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Can History Save Us From A Depression?
It depends on whose interpretation of both history and the current crisis you believe. For one of America’s most prominent supply-side economists, the answer is yes.
February 1988 | Volume 39, Issue 1
In the largest sense I don’t think it has very much substance. There’s certainly truth to the idea that most people who are piling into a bull market don’t really know what they’re doing. They’re being pulled in by the vacuum. What’s really happening is an arbitrage between profit opportunities and the availability of capital. And it’s almost a mathematical certainty that if profit opportunities are seen by people, and they are willing to commit enough of their resources, they draw others in.
But what you have with a sharp run-up in the value of shares in the 1920s and 1980s is a reaction to long periods before then of errors in economic policy that drove profit opportunities down to a very low level. And suddenly some smart people came in and changed the structure of government policy. Profit opportunities rose so quickly that markets adjusted rapidly. Then the collapse in prices occurred because a great, almost accidental error was made; in the case of Herbert Hoover it was his signing of protectionist trade legislation.
There’s this idea that much of the run-up occurs because of the greaterfool thesis, that people are buying shares and passing them on, one to the other. But this ignores, especially in the United States, the tremendous hedge markets we have. We’ve got a lot of smart people out there who are selling short, betting the market will fall. And they’re as motivated by greed in their short sales as others who are motivated by greed going long.
I’ve always felt that Galbraith, if he had looked at The New York Times the way I did, might have found the Smoot-Hawley answer. But I think what happened with Galbraith is that he was so far along in his career by the time he had come to write The Great Crash, 1929 , he probably had a research assistant looking at the microfilm who didn’t notice that there was something going on there. So he had to come up with a theory of why the market crashed, and it was a theory that the market crashed because it was too high.
In other words, it’s a nonexplanation. While the forces may be operating—greed is certainly part of life—it doesn’t explain what actually triggered the crash?
Right. The crash of ’29 was triggered by the recognition on the part of the world markets that the United States was more likely at the end of the last week of October 1929 than it was at the beginning of the week to impose protectionist trade barriers on world commerce. And so the Dow-Jones industrial average fell from its peak of 381 around Labor Day of 1929 to a low of 230 in the last week of October. Of course, this was only the first wave. Other countries retaliated against Smoot-Hawley with protectionist tariffs of their own. So you had an imploding of world trade that sent the world reeling backward, giving up perhaps thirty years’ worth of progress. And we had to go through a depression and a world war in order to get to a higher state.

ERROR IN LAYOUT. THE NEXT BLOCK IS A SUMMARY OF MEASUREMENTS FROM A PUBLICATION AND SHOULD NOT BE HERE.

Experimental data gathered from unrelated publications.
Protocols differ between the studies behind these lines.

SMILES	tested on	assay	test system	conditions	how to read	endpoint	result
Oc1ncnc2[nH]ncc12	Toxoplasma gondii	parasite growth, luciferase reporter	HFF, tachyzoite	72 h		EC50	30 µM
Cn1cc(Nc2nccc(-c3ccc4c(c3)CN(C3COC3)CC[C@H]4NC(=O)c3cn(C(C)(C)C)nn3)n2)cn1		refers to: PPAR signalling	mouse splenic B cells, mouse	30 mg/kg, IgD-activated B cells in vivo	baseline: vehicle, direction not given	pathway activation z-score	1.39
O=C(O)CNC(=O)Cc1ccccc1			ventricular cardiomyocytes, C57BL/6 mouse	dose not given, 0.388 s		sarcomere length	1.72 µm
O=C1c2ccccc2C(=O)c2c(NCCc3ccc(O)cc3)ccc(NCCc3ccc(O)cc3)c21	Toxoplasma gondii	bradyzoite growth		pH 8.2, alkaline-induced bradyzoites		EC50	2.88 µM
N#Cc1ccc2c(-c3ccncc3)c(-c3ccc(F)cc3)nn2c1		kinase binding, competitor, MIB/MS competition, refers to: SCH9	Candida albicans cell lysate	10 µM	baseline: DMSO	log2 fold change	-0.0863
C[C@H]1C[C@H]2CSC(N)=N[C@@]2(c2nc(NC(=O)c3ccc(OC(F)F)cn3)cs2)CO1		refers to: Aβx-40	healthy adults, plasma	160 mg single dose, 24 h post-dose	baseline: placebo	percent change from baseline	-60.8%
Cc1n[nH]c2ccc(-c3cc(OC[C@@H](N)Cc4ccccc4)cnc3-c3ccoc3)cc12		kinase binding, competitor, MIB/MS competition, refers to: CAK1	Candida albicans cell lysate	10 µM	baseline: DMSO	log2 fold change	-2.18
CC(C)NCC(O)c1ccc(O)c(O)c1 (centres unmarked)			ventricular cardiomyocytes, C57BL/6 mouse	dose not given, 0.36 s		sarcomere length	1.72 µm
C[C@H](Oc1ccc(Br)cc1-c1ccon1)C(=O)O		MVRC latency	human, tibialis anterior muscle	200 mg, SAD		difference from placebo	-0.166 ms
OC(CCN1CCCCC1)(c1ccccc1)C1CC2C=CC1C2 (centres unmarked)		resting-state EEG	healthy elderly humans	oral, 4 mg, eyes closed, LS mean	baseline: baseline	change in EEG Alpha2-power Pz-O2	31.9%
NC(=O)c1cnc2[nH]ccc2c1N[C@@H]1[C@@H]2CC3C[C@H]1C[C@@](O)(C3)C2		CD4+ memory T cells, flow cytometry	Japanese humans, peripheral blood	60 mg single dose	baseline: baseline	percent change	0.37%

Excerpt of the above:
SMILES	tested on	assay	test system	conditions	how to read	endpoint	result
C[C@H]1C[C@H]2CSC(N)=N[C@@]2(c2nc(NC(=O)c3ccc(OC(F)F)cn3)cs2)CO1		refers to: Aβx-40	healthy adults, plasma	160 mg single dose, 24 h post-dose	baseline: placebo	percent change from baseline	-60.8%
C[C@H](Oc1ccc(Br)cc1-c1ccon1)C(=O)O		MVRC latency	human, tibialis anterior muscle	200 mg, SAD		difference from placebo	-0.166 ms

One of the things that’s frightened me throughout the current period is that although supply-siders like me believed they knew what was going on, they were confronting a world of policy makers who didn’t. We believed that unless we could act rapidly enough, we could wind up having the world break down into a global depression that would lead to a nuclear war. The global electorate has to keep its wits about it and move to avoid the same kind of cataclysm we had in the 1930s and 1940s.
A lot of people now are drawing the parallels between ’29 and ’87. We’ve had a boom, and a stock market crash, and now the question on everyone’s mind is, Where do we go from here? Is a recession or even a depression unavoidable?
The adverse effects of the crash of ’29 could have been avoided. The market expectations of October 1929 were that bad things were going to happen in the future. Now if Hoover hadn’t signed the Smoot-Hawley Tariff Act, or if foreign retaliation had not followed and further diminished commerce, something very different might have occurred. And remember, this diminution of commerce brought government revenues down in the United States so much that Hoover said we had to raise taxes to make up for the lost revenues. One error built upon another error until we got to the low point of the Dow Jones Average, 41, that was hit in the summer of 1932. It was within days of Roosevelt’s nomination in Chicago and his acceptance speech with its commitment to free trade.
In the 1930s protectionist tariffs sent the world reeling backward, giving up perhaps thirty years’ worth of economic progress.
Which was a flat repudiation of Hoover and the Republicans as the party of protectionism and isolationism.
Exactly. Our ruling elite didn’t see, in 1929, how important it was that we be international in our approach, how important it was that in being a global leader, we not act as we had in the previous periods of our growing up, as narrow nationalists. In earlier days we could get away with pushing tariffs up and down and had done so. But we were in a far different position by the 1920s.
What had changed?
The United States in the 1920s was already the richest country in the world. We were booming on the supply-side ideas of Andrew Mellon, the Secretary of the Treasury, and Presidents Harding and Coolidge. We were growing at a great pace, and the rest of the world was kind of drawing water and hewing wood in support of our boom. But historically this kind of disequilibrium can’t go on for very long. Either we were going to have to become poorer or they had to become richer.